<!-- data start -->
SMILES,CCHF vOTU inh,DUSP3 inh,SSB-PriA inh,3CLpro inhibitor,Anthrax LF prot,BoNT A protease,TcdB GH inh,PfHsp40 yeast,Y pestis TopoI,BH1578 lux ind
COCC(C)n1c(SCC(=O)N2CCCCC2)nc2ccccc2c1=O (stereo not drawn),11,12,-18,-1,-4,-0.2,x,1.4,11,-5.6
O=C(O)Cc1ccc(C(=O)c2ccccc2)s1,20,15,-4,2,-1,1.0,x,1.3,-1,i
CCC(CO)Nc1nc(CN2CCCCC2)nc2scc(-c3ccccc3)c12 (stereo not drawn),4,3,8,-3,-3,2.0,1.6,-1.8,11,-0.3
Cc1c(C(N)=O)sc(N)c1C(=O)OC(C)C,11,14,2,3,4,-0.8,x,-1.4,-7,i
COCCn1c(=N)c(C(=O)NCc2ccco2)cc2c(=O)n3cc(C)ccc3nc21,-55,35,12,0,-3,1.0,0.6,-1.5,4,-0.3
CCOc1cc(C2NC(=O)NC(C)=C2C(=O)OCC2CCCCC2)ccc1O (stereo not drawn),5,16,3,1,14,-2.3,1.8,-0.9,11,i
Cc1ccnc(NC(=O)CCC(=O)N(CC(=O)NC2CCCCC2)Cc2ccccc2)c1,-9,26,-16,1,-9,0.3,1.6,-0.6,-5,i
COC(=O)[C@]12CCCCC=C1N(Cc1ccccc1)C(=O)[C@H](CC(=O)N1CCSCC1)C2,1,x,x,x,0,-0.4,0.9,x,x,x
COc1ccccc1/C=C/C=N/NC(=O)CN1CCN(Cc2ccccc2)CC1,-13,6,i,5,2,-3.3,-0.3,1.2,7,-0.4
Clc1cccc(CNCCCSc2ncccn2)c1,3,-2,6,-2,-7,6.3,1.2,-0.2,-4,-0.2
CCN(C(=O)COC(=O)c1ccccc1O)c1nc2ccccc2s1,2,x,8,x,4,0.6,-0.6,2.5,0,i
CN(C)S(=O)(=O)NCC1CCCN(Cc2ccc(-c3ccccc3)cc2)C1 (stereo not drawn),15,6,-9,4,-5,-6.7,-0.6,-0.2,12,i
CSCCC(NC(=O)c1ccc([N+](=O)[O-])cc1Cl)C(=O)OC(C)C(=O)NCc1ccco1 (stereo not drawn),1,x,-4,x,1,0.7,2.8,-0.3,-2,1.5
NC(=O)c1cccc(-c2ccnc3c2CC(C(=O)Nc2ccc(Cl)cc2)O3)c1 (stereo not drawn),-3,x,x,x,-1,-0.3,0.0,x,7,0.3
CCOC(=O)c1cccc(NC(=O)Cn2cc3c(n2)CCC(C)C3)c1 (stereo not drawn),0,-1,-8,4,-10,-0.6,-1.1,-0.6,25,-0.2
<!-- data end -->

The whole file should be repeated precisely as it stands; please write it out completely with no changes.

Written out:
SMILES,CCHF vOTU inh,DUSP3 inh,SSB-PriA inh,3CLpro inhibitor,Anthrax LF prot,BoNT A protease,TcdB GH inh,PfHsp40 yeast,Y pestis TopoI,BH1578 lux ind
COCC(C)n1c(SCC(=O)N2CCCCC2)nc2ccccc2c1=O (stereo not drawn),11,12,-18,-1,-4,-0.2,x,1.4,11,-5.6
O=C(O)Cc1ccc(C(=O)c2ccccc2)s1,20,15,-4,2,-1,1.0,x,1.3,-1,i
CCC(CO)Nc1nc(CN2CCCCC2)nc2scc(-c3ccccc3)c12 (stereo not drawn),4,3,8,-3,-3,2.0,1.6,-1.8,11,-0.3
Cc1c(C(N)=O)sc(N)c1C(=O)OC(C)C,11,14,2,3,4,-0.8,x,-1.4,-7,i
COCCn1c(=N)c(C(=O)NCc2ccco2)cc2c(=O)n3cc(C)ccc3nc21,-55,35,12,0,-3,1.0,0.6,-1.5,4,-0.3
CCOc1cc(C2NC(=O)NC(C)=C2C(=O)OCC2CCCCC2)ccc1O (stereo not drawn),5,16,3,1,14,-2.3,1.8,-0.9,11,i
Cc1ccnc(NC(=O)CCC(=O)N(CC(=O)NC2CCCCC2)Cc2ccccc2)c1,-9,26,-16,1,-9,0.3,1.6,-0.6,-5,i
COC(=O)[C@]12CCCCC=C1N(Cc1ccccc1)C(=O)[C@H](CC(=O)N1CCSCC1)C2,1,x,x,x,0,-0.4,0.9,x,x,x
COc1ccccc1/C=C/C=N/NC(=O)CN1CCN(Cc2ccccc2)CC1,-13,6,i,5,2,-3.3,-0.3,1.2,7,-0.4
Clc1cccc(CNCCCSc2ncccn2)c1,3,-2,6,-2,-7,6.3,1.2,-0.2,-4,-0.2
CCN(C(=O)COC(=O)c1ccccc1O)c1nc2ccccc2s1,2,x,8,x,4,0.6,-0.6,2.5,0,i
CN(C)S(=O)(=O)NCC1CCCN(Cc2ccc(-c3ccccc3)cc2)C1 (stereo not drawn),15,6,-9,4,-5,-6.7,-0.6,-0.2,12,i
CSCCC(NC(=O)c1ccc([N+](=O)[O-])cc1Cl)C(=O)OC(C)C(=O)NCc1ccco1 (stereo not drawn),1,x,-4,x,1,0.7,2.8,-0.3,-2,1.5
NC(=O)c1cccc(-c2ccnc3c2CC(C(=O)Nc2ccc(Cl)cc2)O3)c1 (stereo not drawn),-3,x,x,x,-1,-0.3,0.0,x,7,0.3
CCOC(=O)c1cccc(NC(=O)Cn2cc3c(n2)CCC(C)C3)c1 (stereo not drawn),0,-1,-8,4,-10,-0.6,-1.1,-0.6,25,-0.2